2. Preheat oven to 400°F (204°C). Partially blind bake your pie crust. Follow blind baking instructions through step 9 in your 9-inch pie dish. Step 4 is optional, though that step guarantees thick pie crust edges. Crust can still be warm when you pour in the filling. (You can partially pre-bake the crust up to 3 days ahead of time. Cover cooled crust tightly and refrigerate until ready to fill.)
  3. Reduce oven temperature to 350°F (177°C).
  4. In a large bowl with a handheld or stand mixer fitted with a whisk attachment, beat the eggs, whole milk, heavy cream, salt, and pepper together on high speed until completely combined, about 1 minute. Whisk in add-ins.
  5. Bake the quiche until the center is just about set, about 45-55 minutes. Don’t over-bake. Use a pie crust shield to prevent the pie crust edges from over-browning. Allow to cool for 15 minutes. Top with optional toppings before slicing and serving, if desired. Or you can cool the quiche completely before serving– it’s fantastic at room temperature!
  6. This quiche makes great leftovers! Cover tightly and store in the refrigerator for up to 4 days.


  1. Make Ahead & Freezing Instructions: The pie dough can be prepared ahead of time and stored in the refrigerator for up to 5 days or in the freezer for up to 3 months. You can pre-bake the crust ahead of time too. See end of step 2. To freeze, cool baked quiche completely, then cover tightly with a couple sheets of aluminum foil and freeze for up to 3 months. Thaw in the refrigerator or on the counter, then bake at 350°F (177°C) for 20-25 minutes.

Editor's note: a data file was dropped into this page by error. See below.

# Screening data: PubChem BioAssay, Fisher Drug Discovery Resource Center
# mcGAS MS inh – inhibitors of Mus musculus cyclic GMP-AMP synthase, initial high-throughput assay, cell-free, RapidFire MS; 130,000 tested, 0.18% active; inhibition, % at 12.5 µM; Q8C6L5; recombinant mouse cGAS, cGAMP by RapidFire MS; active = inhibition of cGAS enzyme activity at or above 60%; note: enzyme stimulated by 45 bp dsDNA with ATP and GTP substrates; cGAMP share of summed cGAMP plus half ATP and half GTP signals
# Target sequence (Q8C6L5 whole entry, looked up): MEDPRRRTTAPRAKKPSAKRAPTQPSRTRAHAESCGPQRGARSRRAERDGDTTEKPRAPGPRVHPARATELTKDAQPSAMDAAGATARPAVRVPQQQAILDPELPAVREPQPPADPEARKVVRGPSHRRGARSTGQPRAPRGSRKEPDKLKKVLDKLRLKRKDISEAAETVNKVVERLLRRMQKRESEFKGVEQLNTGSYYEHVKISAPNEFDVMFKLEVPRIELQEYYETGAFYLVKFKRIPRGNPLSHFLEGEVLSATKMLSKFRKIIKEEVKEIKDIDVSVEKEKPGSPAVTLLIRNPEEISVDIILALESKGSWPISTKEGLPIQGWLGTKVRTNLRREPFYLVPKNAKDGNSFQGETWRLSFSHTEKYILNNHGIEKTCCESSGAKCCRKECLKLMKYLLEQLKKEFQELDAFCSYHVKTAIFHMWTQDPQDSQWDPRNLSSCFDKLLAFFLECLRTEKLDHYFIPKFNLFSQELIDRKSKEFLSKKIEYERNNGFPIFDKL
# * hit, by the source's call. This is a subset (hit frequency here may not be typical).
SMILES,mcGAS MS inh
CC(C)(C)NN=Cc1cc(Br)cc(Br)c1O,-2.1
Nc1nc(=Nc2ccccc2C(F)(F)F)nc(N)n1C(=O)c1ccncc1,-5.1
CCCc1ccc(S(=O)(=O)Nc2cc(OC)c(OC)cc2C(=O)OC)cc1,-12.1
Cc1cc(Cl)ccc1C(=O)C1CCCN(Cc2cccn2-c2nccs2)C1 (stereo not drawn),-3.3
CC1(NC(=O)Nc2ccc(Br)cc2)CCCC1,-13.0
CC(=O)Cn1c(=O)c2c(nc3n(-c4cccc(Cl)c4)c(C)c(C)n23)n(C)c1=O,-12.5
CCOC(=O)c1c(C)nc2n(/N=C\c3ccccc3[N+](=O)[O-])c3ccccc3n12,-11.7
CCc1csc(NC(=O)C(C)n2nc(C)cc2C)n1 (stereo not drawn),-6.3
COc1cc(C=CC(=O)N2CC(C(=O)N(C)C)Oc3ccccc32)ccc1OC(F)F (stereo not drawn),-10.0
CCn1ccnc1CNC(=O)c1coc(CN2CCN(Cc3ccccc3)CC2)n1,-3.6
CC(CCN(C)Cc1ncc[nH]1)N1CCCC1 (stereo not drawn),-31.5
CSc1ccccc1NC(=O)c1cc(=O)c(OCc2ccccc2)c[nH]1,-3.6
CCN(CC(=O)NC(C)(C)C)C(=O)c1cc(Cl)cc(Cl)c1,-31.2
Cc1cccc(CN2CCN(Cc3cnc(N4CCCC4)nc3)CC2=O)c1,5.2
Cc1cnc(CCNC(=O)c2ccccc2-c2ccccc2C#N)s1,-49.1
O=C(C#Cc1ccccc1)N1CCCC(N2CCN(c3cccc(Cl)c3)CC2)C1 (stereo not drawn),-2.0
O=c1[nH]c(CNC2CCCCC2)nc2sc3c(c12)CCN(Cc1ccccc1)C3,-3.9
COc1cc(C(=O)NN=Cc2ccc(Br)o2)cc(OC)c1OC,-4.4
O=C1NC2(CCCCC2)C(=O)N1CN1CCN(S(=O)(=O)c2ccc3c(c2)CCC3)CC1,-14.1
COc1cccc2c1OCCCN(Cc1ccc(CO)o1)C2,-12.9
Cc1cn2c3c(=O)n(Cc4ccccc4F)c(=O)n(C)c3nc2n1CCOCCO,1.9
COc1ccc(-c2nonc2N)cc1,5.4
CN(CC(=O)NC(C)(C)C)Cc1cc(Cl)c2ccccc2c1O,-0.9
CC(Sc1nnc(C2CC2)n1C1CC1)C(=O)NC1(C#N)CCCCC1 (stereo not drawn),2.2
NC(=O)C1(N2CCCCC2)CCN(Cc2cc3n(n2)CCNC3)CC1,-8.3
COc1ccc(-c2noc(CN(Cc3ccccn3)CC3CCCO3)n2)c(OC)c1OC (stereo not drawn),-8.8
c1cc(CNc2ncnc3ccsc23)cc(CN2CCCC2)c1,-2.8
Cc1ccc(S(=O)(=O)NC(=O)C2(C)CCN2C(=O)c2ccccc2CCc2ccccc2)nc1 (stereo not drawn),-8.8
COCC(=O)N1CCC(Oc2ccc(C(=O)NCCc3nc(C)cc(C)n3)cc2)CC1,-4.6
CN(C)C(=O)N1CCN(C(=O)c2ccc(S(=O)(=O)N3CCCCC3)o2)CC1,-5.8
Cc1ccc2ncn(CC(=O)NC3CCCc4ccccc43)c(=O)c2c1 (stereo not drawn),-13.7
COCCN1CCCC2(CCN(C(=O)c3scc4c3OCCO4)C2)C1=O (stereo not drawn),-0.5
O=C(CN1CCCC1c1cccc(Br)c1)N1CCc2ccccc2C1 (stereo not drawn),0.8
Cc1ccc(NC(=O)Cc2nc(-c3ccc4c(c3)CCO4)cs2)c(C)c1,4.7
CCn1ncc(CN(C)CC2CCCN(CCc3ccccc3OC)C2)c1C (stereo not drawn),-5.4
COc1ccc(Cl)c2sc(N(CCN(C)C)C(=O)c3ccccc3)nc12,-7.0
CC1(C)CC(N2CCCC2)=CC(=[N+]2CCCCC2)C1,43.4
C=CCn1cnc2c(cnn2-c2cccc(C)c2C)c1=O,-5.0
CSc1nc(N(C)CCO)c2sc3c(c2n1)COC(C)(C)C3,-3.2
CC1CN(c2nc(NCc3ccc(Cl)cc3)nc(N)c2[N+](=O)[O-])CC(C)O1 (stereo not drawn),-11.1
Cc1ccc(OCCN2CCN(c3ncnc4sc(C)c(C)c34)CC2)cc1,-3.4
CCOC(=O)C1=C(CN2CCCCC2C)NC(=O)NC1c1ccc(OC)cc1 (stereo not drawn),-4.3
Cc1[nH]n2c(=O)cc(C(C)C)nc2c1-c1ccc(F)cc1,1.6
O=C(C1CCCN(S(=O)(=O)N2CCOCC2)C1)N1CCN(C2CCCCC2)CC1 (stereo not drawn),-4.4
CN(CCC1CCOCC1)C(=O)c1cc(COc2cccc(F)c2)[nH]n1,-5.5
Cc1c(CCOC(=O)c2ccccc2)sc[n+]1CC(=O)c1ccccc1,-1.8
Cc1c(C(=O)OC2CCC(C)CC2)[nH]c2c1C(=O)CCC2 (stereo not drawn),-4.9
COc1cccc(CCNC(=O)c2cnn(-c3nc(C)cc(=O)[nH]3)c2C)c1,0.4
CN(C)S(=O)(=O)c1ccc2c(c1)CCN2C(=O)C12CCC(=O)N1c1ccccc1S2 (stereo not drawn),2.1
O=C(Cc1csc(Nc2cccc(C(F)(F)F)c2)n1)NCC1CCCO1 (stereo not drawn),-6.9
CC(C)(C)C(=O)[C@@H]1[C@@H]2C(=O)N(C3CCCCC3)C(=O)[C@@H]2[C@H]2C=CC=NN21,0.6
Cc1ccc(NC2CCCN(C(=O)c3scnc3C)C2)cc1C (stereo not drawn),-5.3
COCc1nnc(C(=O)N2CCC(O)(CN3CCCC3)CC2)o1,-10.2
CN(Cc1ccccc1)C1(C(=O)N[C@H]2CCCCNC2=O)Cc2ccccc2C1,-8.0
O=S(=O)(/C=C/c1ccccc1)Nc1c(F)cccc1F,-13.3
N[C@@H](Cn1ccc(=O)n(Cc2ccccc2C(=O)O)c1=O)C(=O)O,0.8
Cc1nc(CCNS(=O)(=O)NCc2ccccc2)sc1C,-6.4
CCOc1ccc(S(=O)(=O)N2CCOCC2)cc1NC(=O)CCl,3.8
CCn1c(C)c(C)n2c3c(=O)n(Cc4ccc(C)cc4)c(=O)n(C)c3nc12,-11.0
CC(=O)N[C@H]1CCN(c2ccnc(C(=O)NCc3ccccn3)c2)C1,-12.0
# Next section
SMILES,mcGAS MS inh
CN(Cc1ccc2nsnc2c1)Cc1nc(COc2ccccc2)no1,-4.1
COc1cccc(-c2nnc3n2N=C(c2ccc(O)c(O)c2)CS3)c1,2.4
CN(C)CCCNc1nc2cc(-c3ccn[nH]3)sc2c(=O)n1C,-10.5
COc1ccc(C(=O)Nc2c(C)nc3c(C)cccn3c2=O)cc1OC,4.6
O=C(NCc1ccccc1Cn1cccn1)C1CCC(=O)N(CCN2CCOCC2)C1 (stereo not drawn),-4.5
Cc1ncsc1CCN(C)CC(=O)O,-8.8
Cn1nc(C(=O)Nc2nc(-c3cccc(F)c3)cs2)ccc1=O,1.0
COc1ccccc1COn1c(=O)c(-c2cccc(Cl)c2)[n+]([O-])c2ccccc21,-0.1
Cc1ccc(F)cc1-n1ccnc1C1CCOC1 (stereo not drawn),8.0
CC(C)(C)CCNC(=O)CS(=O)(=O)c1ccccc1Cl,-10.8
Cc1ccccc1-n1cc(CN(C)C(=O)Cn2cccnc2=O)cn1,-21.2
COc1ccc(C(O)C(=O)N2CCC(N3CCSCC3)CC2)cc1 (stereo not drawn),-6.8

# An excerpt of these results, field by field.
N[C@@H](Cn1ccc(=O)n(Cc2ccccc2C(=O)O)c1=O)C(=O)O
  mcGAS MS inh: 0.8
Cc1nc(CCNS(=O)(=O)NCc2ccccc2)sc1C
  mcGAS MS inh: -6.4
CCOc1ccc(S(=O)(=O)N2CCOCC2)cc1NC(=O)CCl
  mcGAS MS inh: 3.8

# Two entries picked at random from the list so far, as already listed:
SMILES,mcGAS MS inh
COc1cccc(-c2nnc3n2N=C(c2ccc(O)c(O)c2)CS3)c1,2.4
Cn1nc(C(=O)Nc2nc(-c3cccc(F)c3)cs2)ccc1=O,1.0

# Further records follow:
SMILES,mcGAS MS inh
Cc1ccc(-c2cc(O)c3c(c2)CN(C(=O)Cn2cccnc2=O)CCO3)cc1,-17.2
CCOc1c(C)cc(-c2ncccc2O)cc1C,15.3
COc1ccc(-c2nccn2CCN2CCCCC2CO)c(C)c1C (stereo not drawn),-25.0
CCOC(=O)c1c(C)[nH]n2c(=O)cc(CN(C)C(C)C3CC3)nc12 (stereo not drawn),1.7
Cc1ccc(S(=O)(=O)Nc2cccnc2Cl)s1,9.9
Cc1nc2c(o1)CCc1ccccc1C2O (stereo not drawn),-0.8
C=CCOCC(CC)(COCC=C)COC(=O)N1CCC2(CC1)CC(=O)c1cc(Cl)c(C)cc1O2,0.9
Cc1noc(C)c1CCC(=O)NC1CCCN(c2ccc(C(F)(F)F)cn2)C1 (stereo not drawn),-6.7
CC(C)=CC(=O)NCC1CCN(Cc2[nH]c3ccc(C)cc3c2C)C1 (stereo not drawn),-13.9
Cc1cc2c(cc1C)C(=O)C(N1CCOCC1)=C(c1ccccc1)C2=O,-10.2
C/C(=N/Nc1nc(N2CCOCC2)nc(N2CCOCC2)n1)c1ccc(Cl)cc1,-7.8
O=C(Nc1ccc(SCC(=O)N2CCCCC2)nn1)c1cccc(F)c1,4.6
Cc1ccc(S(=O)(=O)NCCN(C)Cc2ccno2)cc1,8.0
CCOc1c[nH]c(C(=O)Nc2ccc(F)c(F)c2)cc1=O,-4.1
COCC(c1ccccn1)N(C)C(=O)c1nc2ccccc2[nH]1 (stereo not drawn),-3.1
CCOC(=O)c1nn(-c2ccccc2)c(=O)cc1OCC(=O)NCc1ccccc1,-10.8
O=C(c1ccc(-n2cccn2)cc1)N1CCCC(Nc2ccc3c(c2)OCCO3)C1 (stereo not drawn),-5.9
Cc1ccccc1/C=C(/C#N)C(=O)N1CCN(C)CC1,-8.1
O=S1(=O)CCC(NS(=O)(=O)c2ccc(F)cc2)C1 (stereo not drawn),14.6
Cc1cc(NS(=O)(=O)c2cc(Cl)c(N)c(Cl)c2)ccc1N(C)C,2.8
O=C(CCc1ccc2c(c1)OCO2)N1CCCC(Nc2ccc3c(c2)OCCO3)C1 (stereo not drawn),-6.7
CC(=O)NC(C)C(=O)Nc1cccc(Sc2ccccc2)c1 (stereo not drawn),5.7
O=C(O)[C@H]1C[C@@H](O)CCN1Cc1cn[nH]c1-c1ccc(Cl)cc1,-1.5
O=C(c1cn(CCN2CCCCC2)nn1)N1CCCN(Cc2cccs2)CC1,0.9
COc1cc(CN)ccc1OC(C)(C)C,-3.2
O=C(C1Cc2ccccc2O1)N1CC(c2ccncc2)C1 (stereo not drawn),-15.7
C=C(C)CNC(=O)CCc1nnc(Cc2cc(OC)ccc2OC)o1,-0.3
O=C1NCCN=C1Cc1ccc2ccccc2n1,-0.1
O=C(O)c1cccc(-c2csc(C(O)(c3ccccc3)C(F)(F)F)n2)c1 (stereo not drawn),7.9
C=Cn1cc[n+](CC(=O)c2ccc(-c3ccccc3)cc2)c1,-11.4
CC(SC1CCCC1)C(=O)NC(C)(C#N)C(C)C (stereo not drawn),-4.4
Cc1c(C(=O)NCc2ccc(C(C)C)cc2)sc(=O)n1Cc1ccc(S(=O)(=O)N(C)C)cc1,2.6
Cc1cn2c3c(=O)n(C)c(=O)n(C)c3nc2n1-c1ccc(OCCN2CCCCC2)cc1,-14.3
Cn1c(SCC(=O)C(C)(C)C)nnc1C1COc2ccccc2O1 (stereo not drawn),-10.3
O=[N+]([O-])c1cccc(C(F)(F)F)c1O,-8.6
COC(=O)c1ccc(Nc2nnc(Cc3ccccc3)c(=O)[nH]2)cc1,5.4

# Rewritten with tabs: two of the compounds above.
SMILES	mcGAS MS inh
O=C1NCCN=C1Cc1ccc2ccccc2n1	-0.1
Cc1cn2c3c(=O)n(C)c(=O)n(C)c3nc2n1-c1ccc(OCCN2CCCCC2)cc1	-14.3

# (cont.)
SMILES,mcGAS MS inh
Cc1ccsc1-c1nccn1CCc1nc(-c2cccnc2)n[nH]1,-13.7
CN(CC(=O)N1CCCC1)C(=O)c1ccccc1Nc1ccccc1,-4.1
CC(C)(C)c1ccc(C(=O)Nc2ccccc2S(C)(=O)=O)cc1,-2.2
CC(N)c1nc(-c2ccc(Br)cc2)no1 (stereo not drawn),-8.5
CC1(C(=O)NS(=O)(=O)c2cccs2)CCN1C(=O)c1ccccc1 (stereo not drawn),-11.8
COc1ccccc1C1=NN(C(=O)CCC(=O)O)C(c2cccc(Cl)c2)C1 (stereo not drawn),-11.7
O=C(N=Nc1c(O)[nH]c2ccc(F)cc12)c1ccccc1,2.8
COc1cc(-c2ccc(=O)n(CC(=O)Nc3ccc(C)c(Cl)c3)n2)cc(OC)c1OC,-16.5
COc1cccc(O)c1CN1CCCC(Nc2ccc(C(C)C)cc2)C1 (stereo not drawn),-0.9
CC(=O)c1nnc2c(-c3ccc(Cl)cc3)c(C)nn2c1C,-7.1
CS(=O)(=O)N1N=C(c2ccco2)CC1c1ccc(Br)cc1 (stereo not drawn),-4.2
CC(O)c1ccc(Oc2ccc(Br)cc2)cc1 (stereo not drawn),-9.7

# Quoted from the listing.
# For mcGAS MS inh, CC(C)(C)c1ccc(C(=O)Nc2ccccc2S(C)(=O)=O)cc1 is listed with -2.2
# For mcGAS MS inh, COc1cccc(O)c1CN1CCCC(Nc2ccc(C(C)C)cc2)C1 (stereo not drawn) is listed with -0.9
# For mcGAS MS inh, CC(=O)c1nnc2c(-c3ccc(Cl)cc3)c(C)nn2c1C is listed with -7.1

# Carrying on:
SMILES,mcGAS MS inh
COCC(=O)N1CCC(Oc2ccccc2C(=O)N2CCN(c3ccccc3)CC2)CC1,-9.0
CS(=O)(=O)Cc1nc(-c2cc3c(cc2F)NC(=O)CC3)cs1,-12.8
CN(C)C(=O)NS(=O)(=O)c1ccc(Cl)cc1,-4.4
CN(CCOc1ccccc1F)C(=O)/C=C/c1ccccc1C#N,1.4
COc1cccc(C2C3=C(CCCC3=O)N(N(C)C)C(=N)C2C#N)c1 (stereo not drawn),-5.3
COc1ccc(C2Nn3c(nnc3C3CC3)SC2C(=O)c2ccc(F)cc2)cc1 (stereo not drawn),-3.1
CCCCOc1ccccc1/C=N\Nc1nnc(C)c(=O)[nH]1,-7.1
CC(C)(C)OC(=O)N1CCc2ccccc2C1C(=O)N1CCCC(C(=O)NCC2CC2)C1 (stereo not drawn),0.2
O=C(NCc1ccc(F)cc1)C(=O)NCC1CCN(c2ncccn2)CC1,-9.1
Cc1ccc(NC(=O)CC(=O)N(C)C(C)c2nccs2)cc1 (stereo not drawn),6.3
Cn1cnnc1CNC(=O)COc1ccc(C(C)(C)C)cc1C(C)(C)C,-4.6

2. Pie Crust: Both linked pie crust recipes make 2 crusts. You only need 1 crust for this pie, so freeze the 2nd half for another use.
  3. Mini Quiche: Here is my mini quiche recipe and instructions.
  4. Whole Milk & Heavy Cream: Use this combination for best taste. If desired, use 1 cup of half-and-half instead.
  5. Cheese: Some favorites include feta cheese, goat cheese, white cheddar cheese, Swiss cheese, and gruyere.
  6. Add-Ins: Add up to 2 cups add-ins including vegetables and meat/seafood. Most quiche add-ins should be pre-cooked and can still be warm when mixing into the egg filling. Pat dry prior to mixing in. See blog post for more information.
  7. Added Salt: Reduce or leave out salt if your add-ins and cheese are particularly salty. For example, in the 3 recipes listed in the next note, I don’t even add salt!
  8. Quiche Recipes: Leave out added salt, then whisk in these ingredients in step 4. Crab, Old Bay, & Gruyere: 1 and 1/2 cups fresh jumbo lump crabmeat (it’s sold as “fresh” but it is always pre-cooked), 1 cup shredded gruyere cheese, 1/2 teaspoon Old Bay Seasoning, and dash of hot sauce. Bacon, White Cheddar, & Scallion: 6-8 cooked and crumbled bacon slices, 1 cup white cheddar cheese, and 3 Tablespoons chopped scallion. Ham, Spinach, & Feta: 1 cup cooked and cubed ham, 3 cups chopped fresh spinach (sauté for a few minutes with a drizzle of olive oil over medium heat), and 3/4 cup crumbled feta cheese.

Keywords: quiche, brunch


  1. Can you use Pillsbury crescent rolls to line the pie plate instead of pie crust?

    1. Absolutely! I would still pre-bake the crust, but maybe for only about 8 minutes and at 350F. Parchment paper + pie weights would be helpful so it doesn’t puff up.

    2. P.C. Jarrett says:

      Omg, what an awesome idea!! Thank you for asking this question Elaine!! Definitely going to try it!! Too hard to do the homemade crust with 2 kitties around now *sigh*….unless my guests don’t mind the extra ‘flavouring’ or should I say ‘built in floss’ lol.

      1. Lee Lawrence says:

        HAhaha! I like to say tha pet hair (dog, cat, and skunk) is considered a condiment at my house…

  2. This post was very interesting, Sally! I’ve never made a quiche before, as I’ve never found myself partial to the ones I’ve had before. I’m not a big fan of cheese in general, except for mozzarella, so could I use that? I was thinking to make a quiche that had some add-ins that resemble one of my favourite pizza combinations, so mozzarella, crumbled italian sausage, some bacon, and some red peppers. Do you think that would taste good? Thanks!